Why birding is the best hobby
An email arriving in my birding mailbox last month had a certain air about it. The subject line read, "A Few Highlights from the Calumet Sewage Ponds."
Is this a great hobby or what? No really, it is, and I can prove it.
That was among my goals when I agreed to be a guest speaker at the Glen Ellyn Lions Club. Public speaking isn't my thing; I'd rather write than talk. But what appealed to me most, besides a free dinner at Barone's, was that I'd be addressing people who probably had at most a passing interest in birds. Maybe, just maybe, I could get them jazzed about birds and birding by showing them what they've been missing.
Sensing no reason to hold back, I titled my presentation "Why birding is the best hobby." And you know what? The Lions ate it up.
I started by explaining that birding is a bigger deal than they might realize. Every year, an estimated 85 million Americans enjoy feeding, observing or photographing wild birds. Only one hobby, gardening, has more fans.
Birding's popularity is due in part to its simplicity, I told the Lions. Getting started is easy. All you really need is a decent pair of binoculars, available for as little as $125. I used to say that the other must-have is a field guide to help identify the birds. Books are still an essential reference tool for most of us. But a smartphone with a birding app works fine, too, and then you have a field guide with the advantage of sound.
The simplicity of birding includes being able to do it almost anywhere at any time. Once a birder, you are never really not birding. Sometimes I go weeks without a "bird walk," but a day never goes by that I'm not watching birds.
I went to a Cubs game this month, settled into my seat, and the first thing I noticed was a double-crested cormorant flying toward the lake. Need I say more?
We need our hobbies to be convenient so we have more time to pursue them. If you have a moment to peek out the kitchen window in the morning, then you have time for birding. Talk about convenience: If you prefer, the birds will come to you. Just hang a feeder and set out a birdbath.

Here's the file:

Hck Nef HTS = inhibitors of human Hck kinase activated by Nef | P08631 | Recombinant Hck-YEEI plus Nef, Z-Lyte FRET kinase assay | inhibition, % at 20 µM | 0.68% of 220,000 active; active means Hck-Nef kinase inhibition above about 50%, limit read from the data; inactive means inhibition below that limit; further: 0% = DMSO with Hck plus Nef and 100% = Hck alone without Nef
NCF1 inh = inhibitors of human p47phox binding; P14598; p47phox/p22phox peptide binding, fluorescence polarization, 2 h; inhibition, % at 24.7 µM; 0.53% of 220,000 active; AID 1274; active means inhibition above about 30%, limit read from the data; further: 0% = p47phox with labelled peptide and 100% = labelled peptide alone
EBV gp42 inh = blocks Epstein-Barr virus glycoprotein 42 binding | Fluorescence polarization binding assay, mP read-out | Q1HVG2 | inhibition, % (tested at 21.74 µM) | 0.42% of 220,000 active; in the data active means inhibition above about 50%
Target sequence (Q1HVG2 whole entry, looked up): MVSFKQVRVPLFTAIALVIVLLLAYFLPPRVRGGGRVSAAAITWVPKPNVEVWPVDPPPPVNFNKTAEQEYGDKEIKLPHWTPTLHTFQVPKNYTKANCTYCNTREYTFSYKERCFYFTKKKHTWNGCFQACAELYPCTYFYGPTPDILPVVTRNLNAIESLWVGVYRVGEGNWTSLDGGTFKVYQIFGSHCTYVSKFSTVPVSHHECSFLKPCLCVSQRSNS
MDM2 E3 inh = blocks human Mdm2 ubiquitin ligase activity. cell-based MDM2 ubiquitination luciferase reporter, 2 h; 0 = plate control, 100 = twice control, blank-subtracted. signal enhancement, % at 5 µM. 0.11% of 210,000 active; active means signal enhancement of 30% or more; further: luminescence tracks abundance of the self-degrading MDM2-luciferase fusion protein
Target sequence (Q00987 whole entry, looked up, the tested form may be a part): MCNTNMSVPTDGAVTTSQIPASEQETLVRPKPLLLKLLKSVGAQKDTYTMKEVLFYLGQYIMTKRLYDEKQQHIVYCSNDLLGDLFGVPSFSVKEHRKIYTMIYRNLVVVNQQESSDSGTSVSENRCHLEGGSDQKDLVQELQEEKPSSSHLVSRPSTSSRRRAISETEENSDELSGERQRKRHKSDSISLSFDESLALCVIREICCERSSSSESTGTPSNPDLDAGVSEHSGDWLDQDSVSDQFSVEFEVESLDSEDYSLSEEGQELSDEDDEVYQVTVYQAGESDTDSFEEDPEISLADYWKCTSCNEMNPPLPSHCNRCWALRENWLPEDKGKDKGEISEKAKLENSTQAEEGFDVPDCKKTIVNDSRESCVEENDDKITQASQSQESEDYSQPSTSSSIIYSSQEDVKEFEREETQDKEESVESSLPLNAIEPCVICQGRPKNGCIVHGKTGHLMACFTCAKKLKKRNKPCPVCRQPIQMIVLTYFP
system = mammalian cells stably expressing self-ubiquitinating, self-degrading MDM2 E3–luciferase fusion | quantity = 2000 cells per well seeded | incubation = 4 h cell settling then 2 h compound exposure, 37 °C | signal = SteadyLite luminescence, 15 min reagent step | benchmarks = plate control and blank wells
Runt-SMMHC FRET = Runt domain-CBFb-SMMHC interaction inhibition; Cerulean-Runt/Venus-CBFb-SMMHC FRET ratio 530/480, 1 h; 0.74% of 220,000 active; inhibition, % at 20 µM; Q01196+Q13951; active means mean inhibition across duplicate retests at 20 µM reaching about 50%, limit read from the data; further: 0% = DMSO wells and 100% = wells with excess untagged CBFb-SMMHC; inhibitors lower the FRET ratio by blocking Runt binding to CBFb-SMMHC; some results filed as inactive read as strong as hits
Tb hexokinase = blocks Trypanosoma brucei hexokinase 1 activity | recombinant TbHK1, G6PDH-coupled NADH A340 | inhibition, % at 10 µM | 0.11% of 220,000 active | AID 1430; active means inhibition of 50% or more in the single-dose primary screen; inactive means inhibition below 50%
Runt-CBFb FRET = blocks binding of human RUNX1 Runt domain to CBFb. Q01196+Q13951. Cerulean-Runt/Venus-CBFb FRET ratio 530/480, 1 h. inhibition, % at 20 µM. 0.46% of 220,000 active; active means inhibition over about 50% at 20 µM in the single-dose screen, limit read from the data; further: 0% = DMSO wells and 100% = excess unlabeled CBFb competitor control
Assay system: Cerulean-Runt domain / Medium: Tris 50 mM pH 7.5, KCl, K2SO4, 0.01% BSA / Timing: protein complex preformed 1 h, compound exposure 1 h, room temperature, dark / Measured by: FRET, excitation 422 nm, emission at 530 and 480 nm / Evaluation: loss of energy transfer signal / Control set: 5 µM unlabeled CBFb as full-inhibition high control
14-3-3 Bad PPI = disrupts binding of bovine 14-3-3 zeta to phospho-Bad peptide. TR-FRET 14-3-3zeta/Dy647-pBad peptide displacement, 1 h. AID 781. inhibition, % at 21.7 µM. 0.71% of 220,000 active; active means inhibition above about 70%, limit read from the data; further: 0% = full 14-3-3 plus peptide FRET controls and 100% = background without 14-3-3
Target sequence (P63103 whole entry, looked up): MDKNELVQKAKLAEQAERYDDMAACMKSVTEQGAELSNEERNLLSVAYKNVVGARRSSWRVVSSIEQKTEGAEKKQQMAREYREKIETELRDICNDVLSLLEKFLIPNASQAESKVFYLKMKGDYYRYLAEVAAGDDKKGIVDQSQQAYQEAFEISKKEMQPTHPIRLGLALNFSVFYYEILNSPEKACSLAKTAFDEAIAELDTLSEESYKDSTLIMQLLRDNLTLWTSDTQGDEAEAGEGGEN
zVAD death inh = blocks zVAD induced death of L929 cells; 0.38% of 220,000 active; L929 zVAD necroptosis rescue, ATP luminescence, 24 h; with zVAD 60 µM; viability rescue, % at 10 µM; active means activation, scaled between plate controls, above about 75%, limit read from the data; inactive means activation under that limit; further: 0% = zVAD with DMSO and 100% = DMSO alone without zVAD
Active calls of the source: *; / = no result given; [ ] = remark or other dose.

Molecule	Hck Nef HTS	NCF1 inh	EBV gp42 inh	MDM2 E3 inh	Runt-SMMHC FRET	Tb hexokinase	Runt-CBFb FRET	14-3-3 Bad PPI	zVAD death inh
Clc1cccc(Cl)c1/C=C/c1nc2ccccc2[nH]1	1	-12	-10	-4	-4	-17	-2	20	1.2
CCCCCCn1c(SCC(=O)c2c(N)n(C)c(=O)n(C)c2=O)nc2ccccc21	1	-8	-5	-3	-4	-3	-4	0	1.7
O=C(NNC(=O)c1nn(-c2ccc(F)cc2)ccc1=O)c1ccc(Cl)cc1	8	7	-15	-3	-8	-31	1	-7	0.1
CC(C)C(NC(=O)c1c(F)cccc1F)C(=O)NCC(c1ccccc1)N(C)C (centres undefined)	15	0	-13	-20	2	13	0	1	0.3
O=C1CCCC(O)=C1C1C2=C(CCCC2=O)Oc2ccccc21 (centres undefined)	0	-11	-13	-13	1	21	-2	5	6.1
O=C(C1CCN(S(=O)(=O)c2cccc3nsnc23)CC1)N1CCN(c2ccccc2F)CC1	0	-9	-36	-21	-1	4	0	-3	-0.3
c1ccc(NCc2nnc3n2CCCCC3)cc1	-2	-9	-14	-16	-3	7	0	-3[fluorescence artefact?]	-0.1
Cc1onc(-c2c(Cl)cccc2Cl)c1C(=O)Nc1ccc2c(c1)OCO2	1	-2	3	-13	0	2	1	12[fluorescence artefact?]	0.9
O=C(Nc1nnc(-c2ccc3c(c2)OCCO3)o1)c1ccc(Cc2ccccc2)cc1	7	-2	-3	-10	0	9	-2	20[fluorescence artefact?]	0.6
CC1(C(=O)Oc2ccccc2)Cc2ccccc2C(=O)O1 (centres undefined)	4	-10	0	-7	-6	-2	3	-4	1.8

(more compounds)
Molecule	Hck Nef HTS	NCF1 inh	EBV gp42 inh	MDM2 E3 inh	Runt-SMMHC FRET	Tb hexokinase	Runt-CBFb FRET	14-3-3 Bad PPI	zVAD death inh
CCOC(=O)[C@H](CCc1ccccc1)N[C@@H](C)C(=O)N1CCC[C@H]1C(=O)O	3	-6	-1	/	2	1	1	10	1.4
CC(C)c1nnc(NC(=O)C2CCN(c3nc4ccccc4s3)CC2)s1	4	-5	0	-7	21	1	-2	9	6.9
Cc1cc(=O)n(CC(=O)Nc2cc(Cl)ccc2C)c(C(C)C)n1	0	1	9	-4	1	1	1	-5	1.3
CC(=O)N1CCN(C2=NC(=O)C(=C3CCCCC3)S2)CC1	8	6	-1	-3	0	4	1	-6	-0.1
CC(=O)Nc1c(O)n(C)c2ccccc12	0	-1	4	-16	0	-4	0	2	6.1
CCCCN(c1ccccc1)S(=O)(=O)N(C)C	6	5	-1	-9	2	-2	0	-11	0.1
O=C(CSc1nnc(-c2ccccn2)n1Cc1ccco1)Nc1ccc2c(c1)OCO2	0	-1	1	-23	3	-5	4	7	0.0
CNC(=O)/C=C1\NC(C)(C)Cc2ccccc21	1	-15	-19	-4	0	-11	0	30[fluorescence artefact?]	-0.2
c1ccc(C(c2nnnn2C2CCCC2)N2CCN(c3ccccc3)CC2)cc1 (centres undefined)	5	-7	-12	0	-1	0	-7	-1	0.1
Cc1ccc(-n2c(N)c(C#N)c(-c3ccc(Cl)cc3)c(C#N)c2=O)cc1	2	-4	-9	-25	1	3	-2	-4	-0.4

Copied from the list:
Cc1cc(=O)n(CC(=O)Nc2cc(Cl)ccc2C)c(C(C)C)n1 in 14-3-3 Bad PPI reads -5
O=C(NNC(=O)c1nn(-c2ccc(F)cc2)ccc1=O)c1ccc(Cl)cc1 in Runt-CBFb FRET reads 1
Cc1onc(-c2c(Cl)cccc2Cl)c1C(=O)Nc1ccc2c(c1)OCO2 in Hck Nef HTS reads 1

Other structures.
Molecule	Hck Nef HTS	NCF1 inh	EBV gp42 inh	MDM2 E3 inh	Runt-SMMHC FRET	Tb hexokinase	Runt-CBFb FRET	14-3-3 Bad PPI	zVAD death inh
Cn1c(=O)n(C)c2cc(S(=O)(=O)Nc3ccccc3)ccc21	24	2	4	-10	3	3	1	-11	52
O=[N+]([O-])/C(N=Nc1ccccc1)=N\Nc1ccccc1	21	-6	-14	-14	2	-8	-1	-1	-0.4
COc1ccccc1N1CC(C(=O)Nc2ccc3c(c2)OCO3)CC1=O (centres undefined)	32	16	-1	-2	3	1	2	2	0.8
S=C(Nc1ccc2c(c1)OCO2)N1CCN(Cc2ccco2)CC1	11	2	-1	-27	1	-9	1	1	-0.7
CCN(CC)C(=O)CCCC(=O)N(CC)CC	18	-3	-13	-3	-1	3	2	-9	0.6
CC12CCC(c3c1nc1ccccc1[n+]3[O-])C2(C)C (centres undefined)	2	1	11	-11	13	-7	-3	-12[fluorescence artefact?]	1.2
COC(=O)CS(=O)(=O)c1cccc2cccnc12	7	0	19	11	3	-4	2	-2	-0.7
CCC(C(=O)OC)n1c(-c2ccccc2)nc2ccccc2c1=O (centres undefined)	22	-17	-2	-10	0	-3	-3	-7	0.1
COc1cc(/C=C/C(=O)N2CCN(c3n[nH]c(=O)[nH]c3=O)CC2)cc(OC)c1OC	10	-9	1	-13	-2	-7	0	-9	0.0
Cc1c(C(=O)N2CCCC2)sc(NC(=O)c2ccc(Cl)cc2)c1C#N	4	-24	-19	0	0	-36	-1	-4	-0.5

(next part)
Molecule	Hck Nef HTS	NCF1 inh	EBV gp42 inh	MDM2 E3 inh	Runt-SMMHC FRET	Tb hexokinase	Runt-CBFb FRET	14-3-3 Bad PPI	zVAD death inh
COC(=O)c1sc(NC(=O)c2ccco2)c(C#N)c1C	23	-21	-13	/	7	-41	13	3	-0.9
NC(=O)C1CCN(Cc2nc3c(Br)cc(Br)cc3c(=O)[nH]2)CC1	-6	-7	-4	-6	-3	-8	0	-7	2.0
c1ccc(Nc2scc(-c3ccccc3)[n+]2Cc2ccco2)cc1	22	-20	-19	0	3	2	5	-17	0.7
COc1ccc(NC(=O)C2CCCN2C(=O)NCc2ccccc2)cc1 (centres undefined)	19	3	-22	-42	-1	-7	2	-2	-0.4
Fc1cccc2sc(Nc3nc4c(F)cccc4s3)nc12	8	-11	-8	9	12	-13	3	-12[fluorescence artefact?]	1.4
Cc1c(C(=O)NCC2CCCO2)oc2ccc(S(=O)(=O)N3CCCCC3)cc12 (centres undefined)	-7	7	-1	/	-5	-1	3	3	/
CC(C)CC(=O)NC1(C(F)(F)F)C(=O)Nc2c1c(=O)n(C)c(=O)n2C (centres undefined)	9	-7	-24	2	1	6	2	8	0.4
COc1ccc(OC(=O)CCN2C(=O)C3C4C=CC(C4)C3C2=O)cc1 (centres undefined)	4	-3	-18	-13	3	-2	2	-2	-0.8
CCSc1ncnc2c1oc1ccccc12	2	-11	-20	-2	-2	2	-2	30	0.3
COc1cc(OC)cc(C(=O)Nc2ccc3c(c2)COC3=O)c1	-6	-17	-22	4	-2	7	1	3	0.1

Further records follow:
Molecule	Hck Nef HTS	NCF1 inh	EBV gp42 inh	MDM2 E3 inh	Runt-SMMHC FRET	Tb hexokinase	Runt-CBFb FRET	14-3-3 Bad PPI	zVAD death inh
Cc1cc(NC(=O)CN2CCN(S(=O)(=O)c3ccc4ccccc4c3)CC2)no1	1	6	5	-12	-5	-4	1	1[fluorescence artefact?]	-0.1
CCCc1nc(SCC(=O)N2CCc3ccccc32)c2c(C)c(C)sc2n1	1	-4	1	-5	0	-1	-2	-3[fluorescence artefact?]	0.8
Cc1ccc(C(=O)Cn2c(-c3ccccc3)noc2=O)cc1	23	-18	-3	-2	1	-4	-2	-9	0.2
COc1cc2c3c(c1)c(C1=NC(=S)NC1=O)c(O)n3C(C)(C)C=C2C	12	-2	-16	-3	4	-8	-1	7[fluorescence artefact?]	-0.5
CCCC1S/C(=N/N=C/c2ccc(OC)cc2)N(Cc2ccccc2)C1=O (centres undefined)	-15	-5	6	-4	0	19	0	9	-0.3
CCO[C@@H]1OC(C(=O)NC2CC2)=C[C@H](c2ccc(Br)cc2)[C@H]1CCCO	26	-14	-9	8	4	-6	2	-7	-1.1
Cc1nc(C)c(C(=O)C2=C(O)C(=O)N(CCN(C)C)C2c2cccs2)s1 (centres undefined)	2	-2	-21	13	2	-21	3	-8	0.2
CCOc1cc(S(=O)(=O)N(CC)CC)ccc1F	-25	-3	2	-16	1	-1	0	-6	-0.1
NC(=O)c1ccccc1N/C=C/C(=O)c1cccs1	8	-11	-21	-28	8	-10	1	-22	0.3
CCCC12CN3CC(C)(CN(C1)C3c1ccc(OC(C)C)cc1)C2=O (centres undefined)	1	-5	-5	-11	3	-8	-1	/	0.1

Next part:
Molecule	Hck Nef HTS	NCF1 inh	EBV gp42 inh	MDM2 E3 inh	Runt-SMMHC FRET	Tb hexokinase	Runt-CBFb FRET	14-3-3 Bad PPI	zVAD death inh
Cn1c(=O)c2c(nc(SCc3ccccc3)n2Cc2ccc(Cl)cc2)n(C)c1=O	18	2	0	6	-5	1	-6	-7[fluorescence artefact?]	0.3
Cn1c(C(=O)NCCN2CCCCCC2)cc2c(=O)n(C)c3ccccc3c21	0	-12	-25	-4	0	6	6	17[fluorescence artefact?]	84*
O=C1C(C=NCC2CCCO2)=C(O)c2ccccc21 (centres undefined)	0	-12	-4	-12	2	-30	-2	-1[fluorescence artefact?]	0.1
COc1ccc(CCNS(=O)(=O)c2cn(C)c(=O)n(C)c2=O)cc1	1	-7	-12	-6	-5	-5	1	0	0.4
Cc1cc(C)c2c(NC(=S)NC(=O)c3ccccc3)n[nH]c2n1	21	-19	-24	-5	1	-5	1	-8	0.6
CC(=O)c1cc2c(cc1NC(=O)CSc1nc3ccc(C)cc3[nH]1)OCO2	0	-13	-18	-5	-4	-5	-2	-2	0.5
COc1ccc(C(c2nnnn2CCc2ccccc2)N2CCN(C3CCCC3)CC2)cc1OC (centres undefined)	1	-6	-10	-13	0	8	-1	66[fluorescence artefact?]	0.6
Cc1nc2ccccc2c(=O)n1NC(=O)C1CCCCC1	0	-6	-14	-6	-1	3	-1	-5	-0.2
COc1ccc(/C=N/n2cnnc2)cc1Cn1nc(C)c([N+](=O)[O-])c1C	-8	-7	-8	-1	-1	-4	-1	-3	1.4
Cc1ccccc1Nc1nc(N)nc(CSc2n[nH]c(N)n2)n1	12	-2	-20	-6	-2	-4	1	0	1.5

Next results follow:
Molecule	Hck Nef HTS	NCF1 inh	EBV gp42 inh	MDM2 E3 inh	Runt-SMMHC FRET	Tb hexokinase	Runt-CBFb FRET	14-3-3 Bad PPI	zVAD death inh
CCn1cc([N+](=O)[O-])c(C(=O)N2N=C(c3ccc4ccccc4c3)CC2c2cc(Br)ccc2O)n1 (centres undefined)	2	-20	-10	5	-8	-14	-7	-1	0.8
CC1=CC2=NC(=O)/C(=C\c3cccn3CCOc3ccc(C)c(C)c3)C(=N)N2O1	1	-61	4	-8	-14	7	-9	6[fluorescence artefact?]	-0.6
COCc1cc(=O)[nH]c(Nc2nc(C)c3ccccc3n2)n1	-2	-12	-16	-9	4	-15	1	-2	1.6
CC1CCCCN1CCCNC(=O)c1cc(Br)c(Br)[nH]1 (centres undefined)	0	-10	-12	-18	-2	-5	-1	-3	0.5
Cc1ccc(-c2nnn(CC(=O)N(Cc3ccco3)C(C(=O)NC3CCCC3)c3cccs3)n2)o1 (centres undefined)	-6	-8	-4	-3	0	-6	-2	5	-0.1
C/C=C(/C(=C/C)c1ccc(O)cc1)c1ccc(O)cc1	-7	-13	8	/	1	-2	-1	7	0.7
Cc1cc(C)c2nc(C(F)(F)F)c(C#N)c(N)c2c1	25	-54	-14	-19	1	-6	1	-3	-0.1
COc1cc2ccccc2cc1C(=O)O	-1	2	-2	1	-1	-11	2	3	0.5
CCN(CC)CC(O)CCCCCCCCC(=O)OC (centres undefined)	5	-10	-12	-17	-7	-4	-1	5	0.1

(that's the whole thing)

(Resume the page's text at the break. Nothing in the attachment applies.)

This hobby is truly 24/7, inviting your daily participation at all times of the year. At home. Away from home. In the car. From the train. Through your office window. You can be a birder and never even step outside, a beautiful thing for people with age or mobility issues. And all of us can watch birds with a hot drink in our hands when the polar vortex strikes.
Even darkness doesn't stop us. At night we look and listen for owls.
I told the Lions how birding connects us with nature. Feeling inspired, I summoned a favorite John Burroughs quote: "I go to nature to be soothed and healed and have my senses put in order."
We could all use a little more of that, don't you agree? Birding is a trigger, a nudge, a reason to power down and take note of our surroundings. It slows us down and sometimes stops us in our tracks.
A two-minute encounter with a seldom-seen bird, when you least expect it, makes you feel lucky and blessed. I spotted a wood thrush at Cantigny earlier this month, the first I'd ever seen in the park. That bird turned an average day into a great one.
I told the Lions that birds are beautiful and worthy of our attention. For this point, no words were really needed -- the images on screen were quite enough.
Someone in the audience asked where they can go see these birds. Central America, I replied, but if that was inconvenient then perhaps Churchill Woods Forest Preserve, about a mile down the road. It was May, after all, and the migrating warblers and vireos and tanagers were decorating trees throughout DuPage County.
I talked about the challenge of birding, too. For some birders that's a big attraction. Finding rare birds. Nailing the difficult IDs. Learning calls and songs. Growing our lists.
I think any good hobby should offer challenges and opportunities to learn. Plus a few surprises now and then.
Birding delivers all of these things, and sometimes all at once. At Fermilab a few weeks ago our small group encountered a young night heron. We first assumed it was a black-crowned and nearly moved on to watch other birds. But something didn't seem right, so we began to look at the heron more closely. We soon worked out that it was beyond doubt a juvenile yellow-crowned night heron, an amazing find for this region.
It's nice to be with fellow birders when the unexpected happens, like that morning at Fermi. But the hobby rewards solitary birders, too, when every discovery is yours and yours alone. Birding solo is a wonderful stress reliever.
Finally, I told the Lions that birding will take you places. Maybe outside on the back patio a little more often. Maybe to that forest preserve or city park you're always driving by.
The deeper you get into birding, the more you'll want to travel. Alaska, Arizona, Florida and Texas. Belize and Costa Rica. South America. For birders, the chance to experience new species in unfamiliar habitats is irresistible.
True, not all of our destinations are exotic. Like the Steve Martin character in "The Big Year," some birders will eagerly visit the county dump if a rare bird is at stake. Or the local sewage pond.
Sometimes this hobby stinks, but it's still the best one I know.
• Jeff Reiter's column appears monthly in the Daily Herald. You can reach him via his blog, Words on Birds.